Beauty Battle: Flat Irons
Welcome to the second installment of Beauty Battle, where Bostonista pits two beauty products — one high-end, one drugstore — against each other. This week I’m comparing the new John Frieda by Conair one-inch straightening iron against my veteran T3 version.
T3 one-inch flat iron, t3micro.com
*I actually bought this flat iron a few years ago, and while it’s still available on Amazon.com, it appears that the company is no longer manufacturing them. To ensure accuracy, the price above is for a comparable model on the T3 website.
The hype: The plates are made of ceramic, which supposedly causes less damage to hair than metal plates. These also “harness the power of the tourmaline gemstone, known to impart ionic, infrared heat,” which eliminates frizz and seals the cuticle, according to the website. It carries a two-year warranty.
Performance: A twist dial allows the temperature to be adjusted between 140 and 450 degrees, which means it can be used on a variety of hair textures, and the iron reaches full temperature in just a few seconds. A blinking red light alerts you that it’s on, and once it reaches the set temperature, the light stops blinking. It works great for straightening, but I love using it to create sleek yet bouncy curls and waves. The biggest downside besides the hefty price tag is that there’s no automatic shutoff — which I learned the hard way, after I accidentally left it running after leaving the house one morning and had to deal with baked-on hairspray residue in the evening.
John Frieda Sleek Finish one-inch flat iron, available at some CVS and Best Buy stores and through ulta.com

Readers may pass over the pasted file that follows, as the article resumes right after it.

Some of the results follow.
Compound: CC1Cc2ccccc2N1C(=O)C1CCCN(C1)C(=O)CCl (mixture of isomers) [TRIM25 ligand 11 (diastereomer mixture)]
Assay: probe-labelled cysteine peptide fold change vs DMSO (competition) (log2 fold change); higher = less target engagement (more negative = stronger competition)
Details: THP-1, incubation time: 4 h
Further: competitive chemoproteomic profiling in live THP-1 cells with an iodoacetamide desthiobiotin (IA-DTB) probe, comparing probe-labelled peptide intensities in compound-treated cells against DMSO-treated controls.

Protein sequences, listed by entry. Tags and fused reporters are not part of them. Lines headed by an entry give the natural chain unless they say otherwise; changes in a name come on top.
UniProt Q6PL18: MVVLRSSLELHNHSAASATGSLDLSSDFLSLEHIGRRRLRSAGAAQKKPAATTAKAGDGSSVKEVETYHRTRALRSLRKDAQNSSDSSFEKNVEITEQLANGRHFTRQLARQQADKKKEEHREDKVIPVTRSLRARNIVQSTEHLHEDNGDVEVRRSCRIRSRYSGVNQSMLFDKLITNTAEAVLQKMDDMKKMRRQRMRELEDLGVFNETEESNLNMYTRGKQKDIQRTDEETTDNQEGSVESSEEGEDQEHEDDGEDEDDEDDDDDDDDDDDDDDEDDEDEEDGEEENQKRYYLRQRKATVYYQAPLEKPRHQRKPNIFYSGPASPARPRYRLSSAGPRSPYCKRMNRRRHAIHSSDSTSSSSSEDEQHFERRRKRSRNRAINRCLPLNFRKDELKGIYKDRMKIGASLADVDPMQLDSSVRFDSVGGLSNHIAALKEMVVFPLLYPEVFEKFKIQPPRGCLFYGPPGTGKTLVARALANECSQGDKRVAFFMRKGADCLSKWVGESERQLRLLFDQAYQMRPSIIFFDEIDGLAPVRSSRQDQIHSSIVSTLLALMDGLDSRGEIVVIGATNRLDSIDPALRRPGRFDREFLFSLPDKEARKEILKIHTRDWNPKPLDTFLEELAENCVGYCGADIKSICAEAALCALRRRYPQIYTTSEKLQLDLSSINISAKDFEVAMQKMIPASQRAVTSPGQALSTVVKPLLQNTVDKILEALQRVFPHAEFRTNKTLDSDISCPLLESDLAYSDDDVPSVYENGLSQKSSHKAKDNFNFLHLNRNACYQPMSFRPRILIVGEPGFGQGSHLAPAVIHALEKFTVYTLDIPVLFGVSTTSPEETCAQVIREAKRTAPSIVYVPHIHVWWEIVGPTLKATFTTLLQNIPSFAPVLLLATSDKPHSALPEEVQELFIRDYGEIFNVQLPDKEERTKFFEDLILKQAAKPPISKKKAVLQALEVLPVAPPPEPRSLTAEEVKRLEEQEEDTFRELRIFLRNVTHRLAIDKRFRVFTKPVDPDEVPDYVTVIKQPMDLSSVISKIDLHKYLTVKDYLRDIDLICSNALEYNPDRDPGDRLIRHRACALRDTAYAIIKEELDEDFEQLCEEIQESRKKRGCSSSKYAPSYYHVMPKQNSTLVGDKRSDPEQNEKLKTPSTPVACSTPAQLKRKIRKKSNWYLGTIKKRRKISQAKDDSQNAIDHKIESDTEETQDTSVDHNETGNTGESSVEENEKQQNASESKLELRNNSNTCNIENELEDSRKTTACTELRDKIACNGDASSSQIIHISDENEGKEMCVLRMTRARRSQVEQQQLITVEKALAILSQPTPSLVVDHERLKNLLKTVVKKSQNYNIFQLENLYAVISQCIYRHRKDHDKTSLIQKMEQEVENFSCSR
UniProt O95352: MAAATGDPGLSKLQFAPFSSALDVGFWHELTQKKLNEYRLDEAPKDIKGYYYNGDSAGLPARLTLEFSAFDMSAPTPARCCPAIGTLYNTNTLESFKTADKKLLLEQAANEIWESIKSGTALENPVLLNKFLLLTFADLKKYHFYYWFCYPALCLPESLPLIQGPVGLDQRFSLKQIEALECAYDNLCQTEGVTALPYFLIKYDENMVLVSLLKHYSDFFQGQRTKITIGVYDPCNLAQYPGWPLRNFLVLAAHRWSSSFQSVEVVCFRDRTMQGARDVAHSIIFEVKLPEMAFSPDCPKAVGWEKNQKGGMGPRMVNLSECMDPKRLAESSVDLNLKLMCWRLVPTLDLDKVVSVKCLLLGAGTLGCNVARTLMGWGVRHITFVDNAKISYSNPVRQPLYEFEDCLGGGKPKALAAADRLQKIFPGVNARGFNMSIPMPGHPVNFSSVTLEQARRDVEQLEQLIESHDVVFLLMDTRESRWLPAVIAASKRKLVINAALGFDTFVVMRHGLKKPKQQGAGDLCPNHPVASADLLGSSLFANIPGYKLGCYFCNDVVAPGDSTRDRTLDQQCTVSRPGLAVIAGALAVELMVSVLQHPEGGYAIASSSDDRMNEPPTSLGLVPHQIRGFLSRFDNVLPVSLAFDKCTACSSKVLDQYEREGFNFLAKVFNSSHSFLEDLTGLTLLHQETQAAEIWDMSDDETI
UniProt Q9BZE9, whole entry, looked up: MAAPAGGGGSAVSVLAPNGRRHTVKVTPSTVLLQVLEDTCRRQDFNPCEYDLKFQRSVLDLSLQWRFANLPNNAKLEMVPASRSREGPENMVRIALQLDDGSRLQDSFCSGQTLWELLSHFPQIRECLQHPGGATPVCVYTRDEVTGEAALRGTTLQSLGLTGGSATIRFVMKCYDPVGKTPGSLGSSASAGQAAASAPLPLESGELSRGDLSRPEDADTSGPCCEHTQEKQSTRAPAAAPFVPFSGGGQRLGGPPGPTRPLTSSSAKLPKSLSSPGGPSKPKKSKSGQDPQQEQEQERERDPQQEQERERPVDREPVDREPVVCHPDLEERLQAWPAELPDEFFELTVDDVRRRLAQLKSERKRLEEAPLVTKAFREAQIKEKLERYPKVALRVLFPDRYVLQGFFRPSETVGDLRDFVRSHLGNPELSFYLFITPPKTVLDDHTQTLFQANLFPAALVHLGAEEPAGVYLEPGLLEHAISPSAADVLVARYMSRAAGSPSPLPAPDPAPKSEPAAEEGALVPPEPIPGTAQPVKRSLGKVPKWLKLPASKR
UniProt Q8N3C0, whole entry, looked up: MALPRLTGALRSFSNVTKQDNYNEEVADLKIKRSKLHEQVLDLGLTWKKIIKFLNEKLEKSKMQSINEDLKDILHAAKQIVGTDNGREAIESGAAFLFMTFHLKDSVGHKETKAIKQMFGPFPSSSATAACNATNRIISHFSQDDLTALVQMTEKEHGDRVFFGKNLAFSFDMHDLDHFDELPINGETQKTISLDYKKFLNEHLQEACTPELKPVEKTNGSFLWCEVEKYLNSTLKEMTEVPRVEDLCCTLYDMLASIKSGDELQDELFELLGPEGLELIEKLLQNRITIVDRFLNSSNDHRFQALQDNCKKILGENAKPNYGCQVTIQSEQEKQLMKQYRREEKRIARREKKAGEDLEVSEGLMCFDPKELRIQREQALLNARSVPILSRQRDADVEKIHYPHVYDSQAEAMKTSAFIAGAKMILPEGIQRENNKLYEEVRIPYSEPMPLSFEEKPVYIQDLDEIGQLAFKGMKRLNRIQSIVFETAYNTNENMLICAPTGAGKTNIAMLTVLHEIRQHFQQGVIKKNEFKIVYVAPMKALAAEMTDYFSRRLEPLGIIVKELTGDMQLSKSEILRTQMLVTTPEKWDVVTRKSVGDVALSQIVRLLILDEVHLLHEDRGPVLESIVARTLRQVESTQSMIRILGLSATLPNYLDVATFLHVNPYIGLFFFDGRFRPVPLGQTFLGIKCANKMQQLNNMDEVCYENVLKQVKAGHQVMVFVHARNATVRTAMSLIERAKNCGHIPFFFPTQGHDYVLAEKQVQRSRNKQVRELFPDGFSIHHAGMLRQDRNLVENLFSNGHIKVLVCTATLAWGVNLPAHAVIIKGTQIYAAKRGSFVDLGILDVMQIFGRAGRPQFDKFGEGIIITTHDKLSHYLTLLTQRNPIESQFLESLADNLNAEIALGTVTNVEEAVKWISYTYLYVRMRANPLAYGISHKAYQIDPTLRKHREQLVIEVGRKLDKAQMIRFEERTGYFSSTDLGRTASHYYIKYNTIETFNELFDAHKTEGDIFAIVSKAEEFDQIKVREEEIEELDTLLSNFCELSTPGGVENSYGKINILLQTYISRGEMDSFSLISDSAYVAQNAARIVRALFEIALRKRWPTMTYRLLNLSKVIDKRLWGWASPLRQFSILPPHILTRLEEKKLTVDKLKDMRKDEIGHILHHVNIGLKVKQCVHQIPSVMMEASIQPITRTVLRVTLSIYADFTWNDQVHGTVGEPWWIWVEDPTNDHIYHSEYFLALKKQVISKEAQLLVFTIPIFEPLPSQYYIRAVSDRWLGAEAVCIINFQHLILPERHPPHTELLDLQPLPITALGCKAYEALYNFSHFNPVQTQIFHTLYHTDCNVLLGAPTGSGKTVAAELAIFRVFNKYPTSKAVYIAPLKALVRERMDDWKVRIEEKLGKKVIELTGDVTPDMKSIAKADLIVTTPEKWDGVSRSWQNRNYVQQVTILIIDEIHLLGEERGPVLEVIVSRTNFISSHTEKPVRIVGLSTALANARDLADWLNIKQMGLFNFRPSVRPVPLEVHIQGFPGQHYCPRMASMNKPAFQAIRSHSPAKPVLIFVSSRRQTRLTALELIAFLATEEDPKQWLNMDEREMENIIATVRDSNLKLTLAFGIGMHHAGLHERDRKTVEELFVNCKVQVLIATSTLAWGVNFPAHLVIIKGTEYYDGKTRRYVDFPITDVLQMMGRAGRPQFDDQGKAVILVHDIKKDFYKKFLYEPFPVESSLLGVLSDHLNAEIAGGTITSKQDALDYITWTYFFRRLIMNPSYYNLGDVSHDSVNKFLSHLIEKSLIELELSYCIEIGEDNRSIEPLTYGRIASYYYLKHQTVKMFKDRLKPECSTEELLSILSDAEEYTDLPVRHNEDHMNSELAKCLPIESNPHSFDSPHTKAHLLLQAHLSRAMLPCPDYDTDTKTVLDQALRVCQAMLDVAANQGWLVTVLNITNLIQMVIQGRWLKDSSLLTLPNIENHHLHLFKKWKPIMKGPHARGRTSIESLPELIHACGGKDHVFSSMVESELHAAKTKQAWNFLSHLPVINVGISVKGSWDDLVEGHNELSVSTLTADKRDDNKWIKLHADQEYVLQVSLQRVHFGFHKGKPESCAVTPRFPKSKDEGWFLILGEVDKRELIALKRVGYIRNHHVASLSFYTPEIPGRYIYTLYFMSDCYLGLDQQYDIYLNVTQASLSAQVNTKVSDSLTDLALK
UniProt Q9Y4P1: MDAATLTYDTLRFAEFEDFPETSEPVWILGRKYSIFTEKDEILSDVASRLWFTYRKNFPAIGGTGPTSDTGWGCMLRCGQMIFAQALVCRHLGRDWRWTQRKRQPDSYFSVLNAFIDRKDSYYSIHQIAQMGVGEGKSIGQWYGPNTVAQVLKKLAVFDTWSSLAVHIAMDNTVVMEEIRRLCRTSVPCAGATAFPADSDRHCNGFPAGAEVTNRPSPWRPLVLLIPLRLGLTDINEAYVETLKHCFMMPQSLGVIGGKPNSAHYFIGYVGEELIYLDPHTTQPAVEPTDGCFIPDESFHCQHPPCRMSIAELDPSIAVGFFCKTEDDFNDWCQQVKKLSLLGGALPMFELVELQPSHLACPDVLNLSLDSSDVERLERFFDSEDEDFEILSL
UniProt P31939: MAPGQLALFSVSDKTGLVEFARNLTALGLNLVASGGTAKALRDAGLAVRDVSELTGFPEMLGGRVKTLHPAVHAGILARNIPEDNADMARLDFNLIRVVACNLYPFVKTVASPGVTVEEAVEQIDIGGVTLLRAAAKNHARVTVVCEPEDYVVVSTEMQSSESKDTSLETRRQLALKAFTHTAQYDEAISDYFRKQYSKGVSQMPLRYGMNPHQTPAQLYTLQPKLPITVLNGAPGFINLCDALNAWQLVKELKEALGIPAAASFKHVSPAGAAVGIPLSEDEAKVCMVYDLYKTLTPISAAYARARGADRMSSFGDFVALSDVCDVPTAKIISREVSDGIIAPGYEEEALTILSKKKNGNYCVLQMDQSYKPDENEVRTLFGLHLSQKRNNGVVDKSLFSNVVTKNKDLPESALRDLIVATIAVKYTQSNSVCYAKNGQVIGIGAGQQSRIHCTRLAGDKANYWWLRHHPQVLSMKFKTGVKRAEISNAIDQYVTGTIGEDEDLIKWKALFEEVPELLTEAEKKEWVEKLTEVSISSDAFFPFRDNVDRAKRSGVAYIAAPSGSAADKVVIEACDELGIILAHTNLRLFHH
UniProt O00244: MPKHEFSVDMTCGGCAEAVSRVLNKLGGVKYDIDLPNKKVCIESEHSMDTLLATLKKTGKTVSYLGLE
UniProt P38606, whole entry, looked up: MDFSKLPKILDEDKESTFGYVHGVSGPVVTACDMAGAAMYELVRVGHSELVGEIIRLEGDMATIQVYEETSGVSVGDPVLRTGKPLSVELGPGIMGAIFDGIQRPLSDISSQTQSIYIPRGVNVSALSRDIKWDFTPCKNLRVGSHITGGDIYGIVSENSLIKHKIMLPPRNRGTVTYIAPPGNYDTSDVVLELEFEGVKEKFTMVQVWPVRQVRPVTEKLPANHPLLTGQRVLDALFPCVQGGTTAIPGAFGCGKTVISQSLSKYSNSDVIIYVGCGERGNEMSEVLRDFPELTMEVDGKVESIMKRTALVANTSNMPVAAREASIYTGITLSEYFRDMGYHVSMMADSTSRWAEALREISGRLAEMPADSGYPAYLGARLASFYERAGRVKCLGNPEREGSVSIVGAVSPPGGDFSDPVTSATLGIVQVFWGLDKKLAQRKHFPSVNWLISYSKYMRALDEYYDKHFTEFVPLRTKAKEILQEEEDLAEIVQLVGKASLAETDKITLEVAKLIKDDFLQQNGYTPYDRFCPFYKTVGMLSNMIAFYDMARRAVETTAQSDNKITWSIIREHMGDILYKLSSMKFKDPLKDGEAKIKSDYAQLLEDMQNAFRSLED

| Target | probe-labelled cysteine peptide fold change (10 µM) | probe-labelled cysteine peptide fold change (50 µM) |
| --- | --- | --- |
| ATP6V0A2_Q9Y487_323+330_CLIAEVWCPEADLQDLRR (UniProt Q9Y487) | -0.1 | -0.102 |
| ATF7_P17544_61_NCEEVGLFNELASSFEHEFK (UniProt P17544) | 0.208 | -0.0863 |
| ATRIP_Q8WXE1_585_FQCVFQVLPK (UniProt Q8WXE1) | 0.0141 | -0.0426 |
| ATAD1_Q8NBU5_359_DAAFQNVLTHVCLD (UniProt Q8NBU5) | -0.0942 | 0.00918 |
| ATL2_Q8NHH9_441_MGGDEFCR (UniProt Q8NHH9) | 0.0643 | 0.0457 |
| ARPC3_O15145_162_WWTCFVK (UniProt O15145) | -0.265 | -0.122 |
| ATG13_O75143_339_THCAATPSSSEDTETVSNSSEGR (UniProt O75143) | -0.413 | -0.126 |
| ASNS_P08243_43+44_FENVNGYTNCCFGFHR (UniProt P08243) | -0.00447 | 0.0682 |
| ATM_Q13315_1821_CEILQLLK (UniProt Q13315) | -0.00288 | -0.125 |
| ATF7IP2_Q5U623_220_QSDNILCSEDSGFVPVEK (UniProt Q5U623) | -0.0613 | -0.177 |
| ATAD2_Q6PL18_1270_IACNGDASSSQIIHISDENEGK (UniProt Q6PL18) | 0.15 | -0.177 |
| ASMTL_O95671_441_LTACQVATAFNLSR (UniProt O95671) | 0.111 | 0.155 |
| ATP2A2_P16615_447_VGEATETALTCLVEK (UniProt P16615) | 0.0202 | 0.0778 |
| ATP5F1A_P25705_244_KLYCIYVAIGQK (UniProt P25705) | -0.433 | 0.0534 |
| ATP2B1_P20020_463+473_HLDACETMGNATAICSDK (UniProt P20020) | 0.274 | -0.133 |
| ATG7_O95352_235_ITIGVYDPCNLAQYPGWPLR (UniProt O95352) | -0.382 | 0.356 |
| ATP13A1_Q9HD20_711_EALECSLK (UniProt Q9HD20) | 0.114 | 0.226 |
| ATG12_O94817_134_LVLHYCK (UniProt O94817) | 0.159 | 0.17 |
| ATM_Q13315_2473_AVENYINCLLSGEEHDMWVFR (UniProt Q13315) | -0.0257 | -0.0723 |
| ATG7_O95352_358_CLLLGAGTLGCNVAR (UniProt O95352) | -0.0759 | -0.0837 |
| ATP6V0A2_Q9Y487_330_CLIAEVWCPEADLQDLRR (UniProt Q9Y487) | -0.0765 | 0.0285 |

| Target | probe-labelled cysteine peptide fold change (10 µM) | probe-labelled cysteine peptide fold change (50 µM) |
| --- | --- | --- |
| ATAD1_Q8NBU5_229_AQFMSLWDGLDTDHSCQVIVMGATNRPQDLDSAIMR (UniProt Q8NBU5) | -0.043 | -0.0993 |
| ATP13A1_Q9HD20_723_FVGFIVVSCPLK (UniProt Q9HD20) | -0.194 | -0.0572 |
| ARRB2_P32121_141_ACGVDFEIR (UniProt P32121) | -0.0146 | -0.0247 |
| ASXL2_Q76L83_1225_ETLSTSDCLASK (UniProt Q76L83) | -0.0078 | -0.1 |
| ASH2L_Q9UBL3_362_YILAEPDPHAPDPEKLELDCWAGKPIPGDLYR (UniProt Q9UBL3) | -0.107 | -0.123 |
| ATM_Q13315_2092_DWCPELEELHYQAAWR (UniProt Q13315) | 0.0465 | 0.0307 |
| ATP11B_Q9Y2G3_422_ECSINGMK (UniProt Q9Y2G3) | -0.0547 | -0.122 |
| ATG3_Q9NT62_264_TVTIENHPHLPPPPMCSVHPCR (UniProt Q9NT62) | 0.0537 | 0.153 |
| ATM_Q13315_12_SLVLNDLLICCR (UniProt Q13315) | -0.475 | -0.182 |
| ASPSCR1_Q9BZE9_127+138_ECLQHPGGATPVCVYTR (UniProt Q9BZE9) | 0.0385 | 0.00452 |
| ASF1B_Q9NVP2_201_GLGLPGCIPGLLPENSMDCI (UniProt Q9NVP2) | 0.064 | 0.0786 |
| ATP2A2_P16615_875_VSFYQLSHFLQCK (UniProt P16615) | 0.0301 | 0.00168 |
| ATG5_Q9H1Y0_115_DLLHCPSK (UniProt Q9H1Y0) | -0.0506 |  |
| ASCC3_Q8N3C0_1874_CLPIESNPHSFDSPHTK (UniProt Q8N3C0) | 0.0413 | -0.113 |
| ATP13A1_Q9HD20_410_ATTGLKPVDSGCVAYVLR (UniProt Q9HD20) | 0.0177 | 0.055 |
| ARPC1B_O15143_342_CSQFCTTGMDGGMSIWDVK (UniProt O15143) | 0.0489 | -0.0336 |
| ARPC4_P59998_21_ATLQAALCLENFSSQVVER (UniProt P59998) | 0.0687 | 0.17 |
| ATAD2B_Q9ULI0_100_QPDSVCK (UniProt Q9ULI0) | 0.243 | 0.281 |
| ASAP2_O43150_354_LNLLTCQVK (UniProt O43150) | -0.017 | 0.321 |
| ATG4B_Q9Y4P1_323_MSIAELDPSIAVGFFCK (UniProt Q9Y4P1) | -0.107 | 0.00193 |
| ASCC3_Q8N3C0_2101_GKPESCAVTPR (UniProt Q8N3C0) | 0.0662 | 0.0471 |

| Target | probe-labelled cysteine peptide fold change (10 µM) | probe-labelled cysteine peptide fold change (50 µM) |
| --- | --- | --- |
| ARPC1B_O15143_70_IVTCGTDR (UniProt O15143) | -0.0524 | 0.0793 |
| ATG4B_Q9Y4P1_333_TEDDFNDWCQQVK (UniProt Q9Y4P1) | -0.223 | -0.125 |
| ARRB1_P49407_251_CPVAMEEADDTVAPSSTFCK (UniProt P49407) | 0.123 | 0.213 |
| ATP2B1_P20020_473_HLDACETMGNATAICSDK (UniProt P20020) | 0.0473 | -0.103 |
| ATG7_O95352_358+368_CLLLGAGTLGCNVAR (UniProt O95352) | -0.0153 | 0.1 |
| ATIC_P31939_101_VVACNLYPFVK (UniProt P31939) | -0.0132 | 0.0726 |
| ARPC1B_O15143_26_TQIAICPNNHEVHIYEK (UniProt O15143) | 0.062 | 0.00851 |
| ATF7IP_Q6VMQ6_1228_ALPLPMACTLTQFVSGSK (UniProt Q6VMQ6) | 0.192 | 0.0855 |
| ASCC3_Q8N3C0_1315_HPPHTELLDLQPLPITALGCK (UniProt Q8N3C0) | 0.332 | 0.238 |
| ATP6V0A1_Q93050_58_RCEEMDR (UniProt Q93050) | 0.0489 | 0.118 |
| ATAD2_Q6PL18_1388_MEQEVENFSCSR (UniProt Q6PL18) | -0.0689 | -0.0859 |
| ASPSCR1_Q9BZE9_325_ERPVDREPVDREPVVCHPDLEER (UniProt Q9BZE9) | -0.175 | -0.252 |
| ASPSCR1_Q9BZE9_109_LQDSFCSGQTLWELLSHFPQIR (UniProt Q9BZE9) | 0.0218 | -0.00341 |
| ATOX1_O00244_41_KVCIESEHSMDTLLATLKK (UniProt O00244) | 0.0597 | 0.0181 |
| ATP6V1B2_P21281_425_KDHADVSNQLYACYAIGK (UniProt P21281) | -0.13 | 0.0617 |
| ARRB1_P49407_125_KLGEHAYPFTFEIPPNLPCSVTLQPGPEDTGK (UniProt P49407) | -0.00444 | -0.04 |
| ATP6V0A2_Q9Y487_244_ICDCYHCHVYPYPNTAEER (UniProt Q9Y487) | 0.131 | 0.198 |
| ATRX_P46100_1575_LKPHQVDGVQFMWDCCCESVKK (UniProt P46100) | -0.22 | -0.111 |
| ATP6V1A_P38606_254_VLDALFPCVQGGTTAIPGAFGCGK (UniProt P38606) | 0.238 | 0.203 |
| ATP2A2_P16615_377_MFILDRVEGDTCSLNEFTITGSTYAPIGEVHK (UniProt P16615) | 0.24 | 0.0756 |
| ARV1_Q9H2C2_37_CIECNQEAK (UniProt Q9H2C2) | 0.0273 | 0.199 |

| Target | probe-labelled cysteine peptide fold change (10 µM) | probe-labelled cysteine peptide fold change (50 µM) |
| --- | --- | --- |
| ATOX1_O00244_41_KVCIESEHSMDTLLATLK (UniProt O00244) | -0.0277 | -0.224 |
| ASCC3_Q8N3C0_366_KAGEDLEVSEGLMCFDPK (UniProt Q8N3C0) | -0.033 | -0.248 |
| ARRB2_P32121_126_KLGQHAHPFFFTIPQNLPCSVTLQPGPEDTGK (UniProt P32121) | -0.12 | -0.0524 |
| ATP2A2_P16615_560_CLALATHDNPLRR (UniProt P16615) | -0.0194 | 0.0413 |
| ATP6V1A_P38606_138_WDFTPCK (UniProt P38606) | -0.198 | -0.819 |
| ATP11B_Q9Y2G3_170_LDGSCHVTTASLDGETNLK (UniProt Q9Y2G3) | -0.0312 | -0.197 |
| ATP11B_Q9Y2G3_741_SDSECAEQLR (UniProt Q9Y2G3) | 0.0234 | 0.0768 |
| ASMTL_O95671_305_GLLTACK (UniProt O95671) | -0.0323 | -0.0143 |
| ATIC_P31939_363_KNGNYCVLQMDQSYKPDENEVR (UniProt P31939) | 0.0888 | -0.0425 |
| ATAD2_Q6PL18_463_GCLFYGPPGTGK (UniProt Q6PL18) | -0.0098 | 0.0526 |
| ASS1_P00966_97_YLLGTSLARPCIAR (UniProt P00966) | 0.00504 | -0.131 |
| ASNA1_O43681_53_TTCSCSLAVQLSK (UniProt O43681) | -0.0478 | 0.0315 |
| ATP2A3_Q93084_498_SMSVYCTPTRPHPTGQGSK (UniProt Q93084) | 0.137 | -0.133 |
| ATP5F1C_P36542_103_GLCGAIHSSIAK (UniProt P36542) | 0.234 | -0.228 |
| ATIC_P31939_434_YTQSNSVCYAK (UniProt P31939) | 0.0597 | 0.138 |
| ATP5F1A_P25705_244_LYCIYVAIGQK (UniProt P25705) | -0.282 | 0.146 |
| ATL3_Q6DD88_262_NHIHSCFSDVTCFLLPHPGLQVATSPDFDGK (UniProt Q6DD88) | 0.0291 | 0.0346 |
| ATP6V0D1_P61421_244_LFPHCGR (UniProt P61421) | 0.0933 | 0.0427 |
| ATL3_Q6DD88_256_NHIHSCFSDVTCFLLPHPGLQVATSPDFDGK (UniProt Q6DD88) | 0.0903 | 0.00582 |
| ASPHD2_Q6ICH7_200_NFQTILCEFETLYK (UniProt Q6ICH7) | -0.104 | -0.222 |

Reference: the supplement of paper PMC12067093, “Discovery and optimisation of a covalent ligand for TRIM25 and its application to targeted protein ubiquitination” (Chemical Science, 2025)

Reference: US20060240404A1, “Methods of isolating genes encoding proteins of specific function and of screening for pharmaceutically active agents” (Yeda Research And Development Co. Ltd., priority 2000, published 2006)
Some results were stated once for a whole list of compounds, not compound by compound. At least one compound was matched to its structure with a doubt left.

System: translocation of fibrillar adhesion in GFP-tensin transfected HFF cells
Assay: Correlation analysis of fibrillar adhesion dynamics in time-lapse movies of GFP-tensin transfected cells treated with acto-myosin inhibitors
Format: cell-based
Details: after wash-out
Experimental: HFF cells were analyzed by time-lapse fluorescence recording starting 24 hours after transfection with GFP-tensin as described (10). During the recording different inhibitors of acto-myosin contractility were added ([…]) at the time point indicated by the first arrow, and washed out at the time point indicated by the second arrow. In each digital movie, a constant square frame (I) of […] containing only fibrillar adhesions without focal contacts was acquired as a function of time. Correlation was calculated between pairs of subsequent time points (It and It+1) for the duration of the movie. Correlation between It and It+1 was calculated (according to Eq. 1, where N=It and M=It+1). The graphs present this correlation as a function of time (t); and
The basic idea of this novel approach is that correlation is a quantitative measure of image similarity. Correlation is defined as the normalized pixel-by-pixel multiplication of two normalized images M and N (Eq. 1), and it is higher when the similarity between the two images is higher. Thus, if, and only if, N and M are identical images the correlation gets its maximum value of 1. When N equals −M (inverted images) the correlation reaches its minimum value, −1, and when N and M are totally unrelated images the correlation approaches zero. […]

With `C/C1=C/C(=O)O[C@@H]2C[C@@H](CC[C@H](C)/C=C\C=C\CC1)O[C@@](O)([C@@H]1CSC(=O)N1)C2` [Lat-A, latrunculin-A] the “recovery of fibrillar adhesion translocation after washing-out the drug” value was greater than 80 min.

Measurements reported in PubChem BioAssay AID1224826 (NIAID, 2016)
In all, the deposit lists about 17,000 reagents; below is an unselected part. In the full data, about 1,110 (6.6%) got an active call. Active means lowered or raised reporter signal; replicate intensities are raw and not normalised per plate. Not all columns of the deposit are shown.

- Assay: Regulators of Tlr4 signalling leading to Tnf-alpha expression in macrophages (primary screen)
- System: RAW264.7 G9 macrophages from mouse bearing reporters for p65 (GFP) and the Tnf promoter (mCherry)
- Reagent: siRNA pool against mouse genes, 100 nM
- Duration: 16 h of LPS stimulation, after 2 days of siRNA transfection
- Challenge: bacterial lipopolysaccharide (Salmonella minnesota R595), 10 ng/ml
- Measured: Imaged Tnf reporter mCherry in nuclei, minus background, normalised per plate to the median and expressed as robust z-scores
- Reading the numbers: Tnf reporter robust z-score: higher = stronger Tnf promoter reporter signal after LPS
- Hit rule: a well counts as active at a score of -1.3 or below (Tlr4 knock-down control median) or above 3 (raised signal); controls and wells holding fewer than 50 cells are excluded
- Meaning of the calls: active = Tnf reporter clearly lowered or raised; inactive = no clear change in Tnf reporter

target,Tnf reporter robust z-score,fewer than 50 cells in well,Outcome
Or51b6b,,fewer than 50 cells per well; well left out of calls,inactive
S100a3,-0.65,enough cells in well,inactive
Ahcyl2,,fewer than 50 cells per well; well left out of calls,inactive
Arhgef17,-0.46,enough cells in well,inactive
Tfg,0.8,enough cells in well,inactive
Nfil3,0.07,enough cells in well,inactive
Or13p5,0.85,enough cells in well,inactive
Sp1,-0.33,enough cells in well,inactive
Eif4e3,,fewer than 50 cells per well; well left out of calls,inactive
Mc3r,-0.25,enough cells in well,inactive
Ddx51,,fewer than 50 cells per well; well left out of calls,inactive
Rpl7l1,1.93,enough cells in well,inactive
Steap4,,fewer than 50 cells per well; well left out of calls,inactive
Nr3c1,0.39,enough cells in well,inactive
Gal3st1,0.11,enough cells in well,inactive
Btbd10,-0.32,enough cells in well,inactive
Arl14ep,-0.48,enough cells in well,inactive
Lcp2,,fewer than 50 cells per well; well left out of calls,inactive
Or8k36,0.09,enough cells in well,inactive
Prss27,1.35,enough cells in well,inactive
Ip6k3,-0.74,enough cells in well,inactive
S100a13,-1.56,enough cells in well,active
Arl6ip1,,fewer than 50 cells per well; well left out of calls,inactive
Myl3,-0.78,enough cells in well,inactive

The hype: This iron boasts “advanced ionic power” to leave hair smooth and shiny (and supposedly reduce static), a 15-second heat time, extra-long plates coated with ceramic titanium, and 11 heat settings. It carries a limited five-year manufacturer’s warranty.
Performance: The temperature is controlled by buttons on the handle marked with plus and minus signs, which can be adjusted between 275 and 455 degrees, but the set increments mean slightly less user control. Rather than a light-up indicator, a small digital readout displays the temperature, blinking until the indicated setting is reached. It’s harder to tell from a distance whether it’s on, but it has an automatic shutoff, which is kicks in after 60 minutes. The performance is nearly identical to the T3 for curling, but straightening left me with a slightly less glossy finish. The biggest problem I found was with the positioning of the on/off button and the temperature controls. Since they’re on the handle, exactly where I hold the thing while using it, I accidentally kept changing the temperature setting. Grabbing the handle higher up puts your hand in contact with heat, which is not the most comfortable situation.
The verdict: It’s a tie. The T3 gives greater control over temperature and the iron itself, while the John Frieda version benefits from an automatic shutoff and a more reasonable price point — but both will give you shiny, frizz-free hair. Which, let’s be honest, is all that really matters.